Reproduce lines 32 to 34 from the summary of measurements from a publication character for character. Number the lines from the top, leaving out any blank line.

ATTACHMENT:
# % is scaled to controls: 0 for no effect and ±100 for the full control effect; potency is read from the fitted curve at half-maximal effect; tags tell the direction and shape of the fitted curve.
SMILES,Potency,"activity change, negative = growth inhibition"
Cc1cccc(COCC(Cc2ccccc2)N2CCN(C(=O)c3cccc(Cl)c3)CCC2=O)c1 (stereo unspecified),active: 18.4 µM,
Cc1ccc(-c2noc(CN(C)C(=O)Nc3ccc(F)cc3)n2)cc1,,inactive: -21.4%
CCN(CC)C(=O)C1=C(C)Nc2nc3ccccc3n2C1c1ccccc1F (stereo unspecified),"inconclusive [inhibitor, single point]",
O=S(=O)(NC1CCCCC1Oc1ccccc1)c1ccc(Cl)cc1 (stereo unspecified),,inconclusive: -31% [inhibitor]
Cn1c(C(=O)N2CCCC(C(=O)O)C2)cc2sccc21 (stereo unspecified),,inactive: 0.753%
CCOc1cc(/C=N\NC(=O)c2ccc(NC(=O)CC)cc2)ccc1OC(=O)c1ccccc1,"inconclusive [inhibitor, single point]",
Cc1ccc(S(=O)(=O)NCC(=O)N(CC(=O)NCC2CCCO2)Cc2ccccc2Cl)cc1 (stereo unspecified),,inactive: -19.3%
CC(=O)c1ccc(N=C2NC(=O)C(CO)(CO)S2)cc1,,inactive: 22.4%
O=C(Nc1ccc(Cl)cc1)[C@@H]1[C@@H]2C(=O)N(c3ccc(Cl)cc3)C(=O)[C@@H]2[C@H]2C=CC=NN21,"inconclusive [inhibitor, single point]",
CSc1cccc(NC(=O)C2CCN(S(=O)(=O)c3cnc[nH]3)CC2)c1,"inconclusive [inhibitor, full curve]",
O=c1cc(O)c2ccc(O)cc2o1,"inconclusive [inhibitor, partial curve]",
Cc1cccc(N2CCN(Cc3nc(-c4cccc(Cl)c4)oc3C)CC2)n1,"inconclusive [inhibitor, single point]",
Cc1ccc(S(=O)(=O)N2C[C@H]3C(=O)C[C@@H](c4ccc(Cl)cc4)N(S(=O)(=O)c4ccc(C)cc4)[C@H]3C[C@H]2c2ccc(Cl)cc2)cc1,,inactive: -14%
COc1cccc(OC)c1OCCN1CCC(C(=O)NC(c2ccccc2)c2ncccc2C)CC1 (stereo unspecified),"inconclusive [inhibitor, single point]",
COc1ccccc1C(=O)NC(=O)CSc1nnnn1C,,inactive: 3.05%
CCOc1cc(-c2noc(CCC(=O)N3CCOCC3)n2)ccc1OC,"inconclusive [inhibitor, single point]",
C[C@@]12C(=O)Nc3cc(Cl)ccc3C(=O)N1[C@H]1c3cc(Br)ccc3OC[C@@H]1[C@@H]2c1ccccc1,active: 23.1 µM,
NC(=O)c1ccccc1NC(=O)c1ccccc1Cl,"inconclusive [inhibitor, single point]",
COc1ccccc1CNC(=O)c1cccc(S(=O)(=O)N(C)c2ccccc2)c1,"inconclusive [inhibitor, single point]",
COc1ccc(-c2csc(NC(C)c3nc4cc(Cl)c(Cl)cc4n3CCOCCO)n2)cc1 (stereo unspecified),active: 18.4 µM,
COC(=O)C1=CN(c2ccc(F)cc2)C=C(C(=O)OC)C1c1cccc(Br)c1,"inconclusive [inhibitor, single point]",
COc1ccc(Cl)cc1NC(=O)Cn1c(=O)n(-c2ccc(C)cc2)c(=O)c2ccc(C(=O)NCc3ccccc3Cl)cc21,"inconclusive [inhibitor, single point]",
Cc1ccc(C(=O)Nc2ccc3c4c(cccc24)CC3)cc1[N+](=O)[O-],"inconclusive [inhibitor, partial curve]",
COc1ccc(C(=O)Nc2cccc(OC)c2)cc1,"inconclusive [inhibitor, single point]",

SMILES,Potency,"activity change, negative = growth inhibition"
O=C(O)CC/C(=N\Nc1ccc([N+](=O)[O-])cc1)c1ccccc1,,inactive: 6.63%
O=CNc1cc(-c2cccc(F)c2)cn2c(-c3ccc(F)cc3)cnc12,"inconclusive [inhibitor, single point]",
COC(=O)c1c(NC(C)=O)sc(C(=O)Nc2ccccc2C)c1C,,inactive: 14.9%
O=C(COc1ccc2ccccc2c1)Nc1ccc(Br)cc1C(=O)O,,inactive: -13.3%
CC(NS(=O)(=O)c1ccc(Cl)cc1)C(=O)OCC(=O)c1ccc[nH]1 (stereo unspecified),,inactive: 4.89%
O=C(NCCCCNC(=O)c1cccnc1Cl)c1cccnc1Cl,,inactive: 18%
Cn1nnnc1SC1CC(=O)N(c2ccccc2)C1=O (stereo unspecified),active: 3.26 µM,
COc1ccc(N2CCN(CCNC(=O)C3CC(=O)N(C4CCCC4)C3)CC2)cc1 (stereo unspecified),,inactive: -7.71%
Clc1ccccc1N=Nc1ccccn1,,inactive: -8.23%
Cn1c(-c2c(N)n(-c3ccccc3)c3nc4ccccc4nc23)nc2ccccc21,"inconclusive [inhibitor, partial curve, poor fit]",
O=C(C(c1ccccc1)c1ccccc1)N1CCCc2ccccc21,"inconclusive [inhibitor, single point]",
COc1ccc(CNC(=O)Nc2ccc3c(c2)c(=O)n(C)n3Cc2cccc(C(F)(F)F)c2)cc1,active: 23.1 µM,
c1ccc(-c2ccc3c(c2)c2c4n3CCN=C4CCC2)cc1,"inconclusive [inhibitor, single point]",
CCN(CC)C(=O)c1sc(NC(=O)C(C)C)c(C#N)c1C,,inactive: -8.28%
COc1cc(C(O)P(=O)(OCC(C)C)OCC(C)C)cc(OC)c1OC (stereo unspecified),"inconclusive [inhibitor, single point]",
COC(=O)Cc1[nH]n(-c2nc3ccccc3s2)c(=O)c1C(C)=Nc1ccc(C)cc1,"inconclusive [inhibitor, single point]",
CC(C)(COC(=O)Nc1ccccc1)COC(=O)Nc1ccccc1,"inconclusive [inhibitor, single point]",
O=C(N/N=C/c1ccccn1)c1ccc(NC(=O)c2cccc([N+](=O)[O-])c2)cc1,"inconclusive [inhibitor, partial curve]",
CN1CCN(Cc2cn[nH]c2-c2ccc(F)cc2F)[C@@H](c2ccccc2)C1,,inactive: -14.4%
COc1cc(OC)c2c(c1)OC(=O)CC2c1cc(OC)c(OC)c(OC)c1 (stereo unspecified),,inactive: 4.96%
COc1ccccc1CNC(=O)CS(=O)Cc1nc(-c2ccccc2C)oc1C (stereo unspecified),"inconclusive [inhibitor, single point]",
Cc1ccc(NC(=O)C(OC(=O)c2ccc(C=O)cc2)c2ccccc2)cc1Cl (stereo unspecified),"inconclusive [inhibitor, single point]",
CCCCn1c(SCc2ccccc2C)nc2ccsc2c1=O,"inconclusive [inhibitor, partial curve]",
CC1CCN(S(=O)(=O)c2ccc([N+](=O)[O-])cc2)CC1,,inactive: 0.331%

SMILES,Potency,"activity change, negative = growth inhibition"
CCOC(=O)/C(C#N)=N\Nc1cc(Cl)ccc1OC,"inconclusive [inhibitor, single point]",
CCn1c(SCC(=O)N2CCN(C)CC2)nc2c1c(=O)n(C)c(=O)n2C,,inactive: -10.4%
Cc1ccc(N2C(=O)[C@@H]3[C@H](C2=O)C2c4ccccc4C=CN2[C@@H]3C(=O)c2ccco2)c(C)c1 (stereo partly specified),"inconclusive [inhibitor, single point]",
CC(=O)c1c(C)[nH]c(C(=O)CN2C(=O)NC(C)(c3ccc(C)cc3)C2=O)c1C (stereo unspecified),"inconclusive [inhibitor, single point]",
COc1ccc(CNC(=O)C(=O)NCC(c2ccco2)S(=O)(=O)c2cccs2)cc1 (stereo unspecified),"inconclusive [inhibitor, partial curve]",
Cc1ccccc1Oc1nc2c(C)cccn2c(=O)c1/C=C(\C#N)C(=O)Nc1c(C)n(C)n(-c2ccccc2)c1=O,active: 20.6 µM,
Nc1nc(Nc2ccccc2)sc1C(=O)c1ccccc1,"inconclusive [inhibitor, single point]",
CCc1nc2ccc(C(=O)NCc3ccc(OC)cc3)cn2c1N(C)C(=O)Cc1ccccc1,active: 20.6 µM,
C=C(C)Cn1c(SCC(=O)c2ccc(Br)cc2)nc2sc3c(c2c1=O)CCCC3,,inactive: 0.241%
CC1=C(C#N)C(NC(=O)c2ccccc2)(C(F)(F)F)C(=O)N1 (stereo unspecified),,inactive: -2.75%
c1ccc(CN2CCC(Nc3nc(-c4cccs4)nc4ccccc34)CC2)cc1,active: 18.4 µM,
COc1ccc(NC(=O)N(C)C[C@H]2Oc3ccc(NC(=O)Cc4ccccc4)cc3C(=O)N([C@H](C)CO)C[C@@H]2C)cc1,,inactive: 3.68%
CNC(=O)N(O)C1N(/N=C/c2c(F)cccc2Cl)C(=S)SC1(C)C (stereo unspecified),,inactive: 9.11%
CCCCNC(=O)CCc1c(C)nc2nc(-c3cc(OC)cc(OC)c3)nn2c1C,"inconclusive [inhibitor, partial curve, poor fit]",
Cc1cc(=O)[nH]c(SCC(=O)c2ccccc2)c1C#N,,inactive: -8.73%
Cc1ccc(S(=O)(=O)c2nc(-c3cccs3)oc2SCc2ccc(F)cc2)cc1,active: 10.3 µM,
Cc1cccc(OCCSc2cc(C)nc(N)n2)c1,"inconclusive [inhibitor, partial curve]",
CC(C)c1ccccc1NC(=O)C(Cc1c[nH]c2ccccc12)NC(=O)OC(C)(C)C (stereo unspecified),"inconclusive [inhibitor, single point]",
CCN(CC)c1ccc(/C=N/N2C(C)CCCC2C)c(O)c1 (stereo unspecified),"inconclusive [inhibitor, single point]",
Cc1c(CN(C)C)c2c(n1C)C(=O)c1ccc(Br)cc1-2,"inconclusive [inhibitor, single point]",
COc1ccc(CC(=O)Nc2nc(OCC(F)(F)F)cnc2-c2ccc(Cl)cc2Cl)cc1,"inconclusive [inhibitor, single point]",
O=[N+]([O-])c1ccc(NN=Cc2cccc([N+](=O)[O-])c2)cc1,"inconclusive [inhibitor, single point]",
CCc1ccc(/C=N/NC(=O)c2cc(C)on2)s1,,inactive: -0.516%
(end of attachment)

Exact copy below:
CC(NS(=O)(=O)c1ccc(Cl)cc1)C(=O)OCC(=O)c1ccc[nH]1 (stereo unspecified),,inactive: 4.89%
O=C(NCCCCNC(=O)c1cccnc1Cl)c1cccnc1Cl,,inactive: 18%
Cn1nnnc1SC1CC(=O)N(c2ccccc2)C1=O (stereo unspecified),active: 3.26 µM,